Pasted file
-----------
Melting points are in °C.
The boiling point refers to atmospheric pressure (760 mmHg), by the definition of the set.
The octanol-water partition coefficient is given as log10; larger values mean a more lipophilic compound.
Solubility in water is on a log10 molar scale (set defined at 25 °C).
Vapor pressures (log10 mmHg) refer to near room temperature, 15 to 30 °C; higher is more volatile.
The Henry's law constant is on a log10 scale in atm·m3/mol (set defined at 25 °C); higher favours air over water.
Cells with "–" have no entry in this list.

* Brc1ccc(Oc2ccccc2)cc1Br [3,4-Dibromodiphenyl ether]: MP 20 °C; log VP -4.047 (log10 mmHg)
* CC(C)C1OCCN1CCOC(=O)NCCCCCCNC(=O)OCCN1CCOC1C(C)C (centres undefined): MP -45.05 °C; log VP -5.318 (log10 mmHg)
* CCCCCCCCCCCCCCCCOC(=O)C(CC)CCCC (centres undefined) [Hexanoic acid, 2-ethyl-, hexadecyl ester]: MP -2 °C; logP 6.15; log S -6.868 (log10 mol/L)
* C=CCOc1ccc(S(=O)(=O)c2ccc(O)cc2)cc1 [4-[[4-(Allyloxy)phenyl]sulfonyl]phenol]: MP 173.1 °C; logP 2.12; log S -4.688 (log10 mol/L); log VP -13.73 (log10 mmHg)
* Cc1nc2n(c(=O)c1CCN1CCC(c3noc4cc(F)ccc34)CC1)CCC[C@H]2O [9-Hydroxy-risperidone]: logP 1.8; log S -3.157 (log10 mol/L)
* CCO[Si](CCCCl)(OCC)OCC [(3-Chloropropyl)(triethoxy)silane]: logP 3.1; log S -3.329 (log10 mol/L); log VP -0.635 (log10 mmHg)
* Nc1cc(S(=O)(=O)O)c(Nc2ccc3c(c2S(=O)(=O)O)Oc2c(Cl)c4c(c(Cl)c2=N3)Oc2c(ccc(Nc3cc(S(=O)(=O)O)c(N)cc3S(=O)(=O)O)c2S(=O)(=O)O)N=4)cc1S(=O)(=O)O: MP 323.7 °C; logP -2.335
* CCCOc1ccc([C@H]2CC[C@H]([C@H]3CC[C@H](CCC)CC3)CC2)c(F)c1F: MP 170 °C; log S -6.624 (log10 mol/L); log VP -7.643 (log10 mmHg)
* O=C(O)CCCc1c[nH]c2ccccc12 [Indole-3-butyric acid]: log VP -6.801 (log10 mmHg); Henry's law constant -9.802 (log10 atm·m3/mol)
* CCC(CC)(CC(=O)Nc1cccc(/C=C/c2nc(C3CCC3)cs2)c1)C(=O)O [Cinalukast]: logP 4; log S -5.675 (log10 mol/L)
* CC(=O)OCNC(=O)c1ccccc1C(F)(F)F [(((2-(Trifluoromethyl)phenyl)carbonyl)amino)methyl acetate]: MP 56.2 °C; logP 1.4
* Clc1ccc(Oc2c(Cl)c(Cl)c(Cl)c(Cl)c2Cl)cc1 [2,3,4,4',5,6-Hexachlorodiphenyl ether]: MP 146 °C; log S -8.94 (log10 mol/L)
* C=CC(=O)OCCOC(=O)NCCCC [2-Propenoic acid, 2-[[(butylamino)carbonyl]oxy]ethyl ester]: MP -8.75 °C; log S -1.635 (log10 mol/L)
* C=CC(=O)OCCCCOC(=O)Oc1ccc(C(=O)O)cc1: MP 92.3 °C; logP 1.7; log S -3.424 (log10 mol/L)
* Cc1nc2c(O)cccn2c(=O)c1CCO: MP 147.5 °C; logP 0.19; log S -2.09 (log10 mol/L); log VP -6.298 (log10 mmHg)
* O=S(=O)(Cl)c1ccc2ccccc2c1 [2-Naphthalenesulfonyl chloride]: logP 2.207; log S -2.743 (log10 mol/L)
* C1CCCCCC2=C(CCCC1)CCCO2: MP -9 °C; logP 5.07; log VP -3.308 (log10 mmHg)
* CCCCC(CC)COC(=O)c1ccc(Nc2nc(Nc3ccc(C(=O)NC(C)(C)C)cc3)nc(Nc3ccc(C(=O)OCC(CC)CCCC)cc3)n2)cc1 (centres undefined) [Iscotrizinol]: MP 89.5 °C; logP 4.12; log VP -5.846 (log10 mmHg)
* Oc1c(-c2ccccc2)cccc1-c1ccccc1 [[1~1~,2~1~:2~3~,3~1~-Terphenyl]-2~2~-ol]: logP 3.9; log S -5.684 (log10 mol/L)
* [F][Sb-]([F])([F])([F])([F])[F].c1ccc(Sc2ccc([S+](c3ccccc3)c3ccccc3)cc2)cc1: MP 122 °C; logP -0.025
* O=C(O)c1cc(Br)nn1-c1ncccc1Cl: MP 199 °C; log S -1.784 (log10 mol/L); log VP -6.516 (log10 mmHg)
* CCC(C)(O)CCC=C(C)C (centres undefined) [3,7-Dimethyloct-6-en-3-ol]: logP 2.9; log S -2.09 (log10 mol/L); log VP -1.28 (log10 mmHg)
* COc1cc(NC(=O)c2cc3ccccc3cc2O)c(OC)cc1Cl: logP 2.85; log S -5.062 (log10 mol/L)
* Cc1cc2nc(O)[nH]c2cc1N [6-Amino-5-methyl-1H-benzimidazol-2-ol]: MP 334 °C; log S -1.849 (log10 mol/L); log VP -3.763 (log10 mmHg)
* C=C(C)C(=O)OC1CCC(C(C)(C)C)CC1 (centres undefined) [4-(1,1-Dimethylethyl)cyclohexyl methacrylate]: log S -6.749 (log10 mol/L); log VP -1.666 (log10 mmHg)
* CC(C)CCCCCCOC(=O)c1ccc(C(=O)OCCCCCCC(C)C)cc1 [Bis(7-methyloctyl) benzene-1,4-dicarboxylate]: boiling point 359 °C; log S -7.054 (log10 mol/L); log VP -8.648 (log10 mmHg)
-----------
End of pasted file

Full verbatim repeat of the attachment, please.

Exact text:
Melting points are in °C.
The boiling point refers to atmospheric pressure (760 mmHg), by the definition of the set.
The octanol-water partition coefficient is given as log10; larger values mean a more lipophilic compound.
Solubility in water is on a log10 molar scale (set defined at 25 °C).
Vapor pressures (log10 mmHg) refer to near room temperature, 15 to 30 °C; higher is more volatile.
The Henry's law constant is on a log10 scale in atm·m3/mol (set defined at 25 °C); higher favours air over water.
Cells with "–" have no entry in this list.

* Brc1ccc(Oc2ccccc2)cc1Br [3,4-Dibromodiphenyl ether]: MP 20 °C; log VP -4.047 (log10 mmHg)
* CC(C)C1OCCN1CCOC(=O)NCCCCCCNC(=O)OCCN1CCOC1C(C)C (centres undefined): MP -45.05 °C; log VP -5.318 (log10 mmHg)
* CCCCCCCCCCCCCCCCOC(=O)C(CC)CCCC (centres undefined) [Hexanoic acid, 2-ethyl-, hexadecyl ester]: MP -2 °C; logP 6.15; log S -6.868 (log10 mol/L)
* C=CCOc1ccc(S(=O)(=O)c2ccc(O)cc2)cc1 [4-[[4-(Allyloxy)phenyl]sulfonyl]phenol]: MP 173.1 °C; logP 2.12; log S -4.688 (log10 mol/L); log VP -13.73 (log10 mmHg)
* Cc1nc2n(c(=O)c1CCN1CCC(c3noc4cc(F)ccc34)CC1)CCC[C@H]2O [9-Hydroxy-risperidone]: logP 1.8; log S -3.157 (log10 mol/L)
* CCO[Si](CCCCl)(OCC)OCC [(3-Chloropropyl)(triethoxy)silane]: logP 3.1; log S -3.329 (log10 mol/L); log VP -0.635 (log10 mmHg)
* Nc1cc(S(=O)(=O)O)c(Nc2ccc3c(c2S(=O)(=O)O)Oc2c(Cl)c4c(c(Cl)c2=N3)Oc2c(ccc(Nc3cc(S(=O)(=O)O)c(N)cc3S(=O)(=O)O)c2S(=O)(=O)O)N=4)cc1S(=O)(=O)O: MP 323.7 °C; logP -2.335
* CCCOc1ccc([C@H]2CC[C@H]([C@H]3CC[C@H](CCC)CC3)CC2)c(F)c1F: MP 170 °C; log S -6.624 (log10 mol/L); log VP -7.643 (log10 mmHg)
* O=C(O)CCCc1c[nH]c2ccccc12 [Indole-3-butyric acid]: log VP -6.801 (log10 mmHg); Henry's law constant -9.802 (log10 atm·m3/mol)
* CCC(CC)(CC(=O)Nc1cccc(/C=C/c2nc(C3CCC3)cs2)c1)C(=O)O [Cinalukast]: logP 4; log S -5.675 (log10 mol/L)
* CC(=O)OCNC(=O)c1ccccc1C(F)(F)F [(((2-(Trifluoromethyl)phenyl)carbonyl)amino)methyl acetate]: MP 56.2 °C; logP 1.4
* Clc1ccc(Oc2c(Cl)c(Cl)c(Cl)c(Cl)c2Cl)cc1 [2,3,4,4',5,6-Hexachlorodiphenyl ether]: MP 146 °C; log S -8.94 (log10 mol/L)
* C=CC(=O)OCCOC(=O)NCCCC [2-Propenoic acid, 2-[[(butylamino)carbonyl]oxy]ethyl ester]: MP -8.75 °C; log S -1.635 (log10 mol/L)
* C=CC(=O)OCCCCOC(=O)Oc1ccc(C(=O)O)cc1: MP 92.3 °C; logP 1.7; log S -3.424 (log10 mol/L)
* Cc1nc2c(O)cccn2c(=O)c1CCO: MP 147.5 °C; logP 0.19; log S -2.09 (log10 mol/L); log VP -6.298 (log10 mmHg)
* O=S(=O)(Cl)c1ccc2ccccc2c1 [2-Naphthalenesulfonyl chloride]: logP 2.207; log S -2.743 (log10 mol/L)
* C1CCCCCC2=C(CCCC1)CCCO2: MP -9 °C; logP 5.07; log VP -3.308 (log10 mmHg)
* CCCCC(CC)COC(=O)c1ccc(Nc2nc(Nc3ccc(C(=O)NC(C)(C)C)cc3)nc(Nc3ccc(C(=O)OCC(CC)CCCC)cc3)n2)cc1 (centres undefined) [Iscotrizinol]: MP 89.5 °C; logP 4.12; log VP -5.846 (log10 mmHg)
* Oc1c(-c2ccccc2)cccc1-c1ccccc1 [[1~1~,2~1~:2~3~,3~1~-Terphenyl]-2~2~-ol]: logP 3.9; log S -5.684 (log10 mol/L)
* [F][Sb-]([F])([F])([F])([F])[F].c1ccc(Sc2ccc([S+](c3ccccc3)c3ccccc3)cc2)cc1: MP 122 °C; logP -0.025
* O=C(O)c1cc(Br)nn1-c1ncccc1Cl: MP 199 °C; log S -1.784 (log10 mol/L); log VP -6.516 (log10 mmHg)
* CCC(C)(O)CCC=C(C)C (centres undefined) [3,7-Dimethyloct-6-en-3-ol]: logP 2.9; log S -2.09 (log10 mol/L); log VP -1.28 (log10 mmHg)
* COc1cc(NC(=O)c2cc3ccccc3cc2O)c(OC)cc1Cl: logP 2.85; log S -5.062 (log10 mol/L)
* Cc1cc2nc(O)[nH]c2cc1N [6-Amino-5-methyl-1H-benzimidazol-2-ol]: MP 334 °C; log S -1.849 (log10 mol/L); log VP -3.763 (log10 mmHg)
* C=C(C)C(=O)OC1CCC(C(C)(C)C)CC1 (centres undefined) [4-(1,1-Dimethylethyl)cyclohexyl methacrylate]: log S -6.749 (log10 mol/L); log VP -1.666 (log10 mmHg)
* CC(C)CCCCCCOC(=O)c1ccc(C(=O)OCCCCCCC(C)C)cc1 [Bis(7-methyloctyl) benzene-1,4-dicarboxylate]: boiling point 359 °C; log S -7.054 (log10 mol/L); log VP -8.648 (log10 mmHg)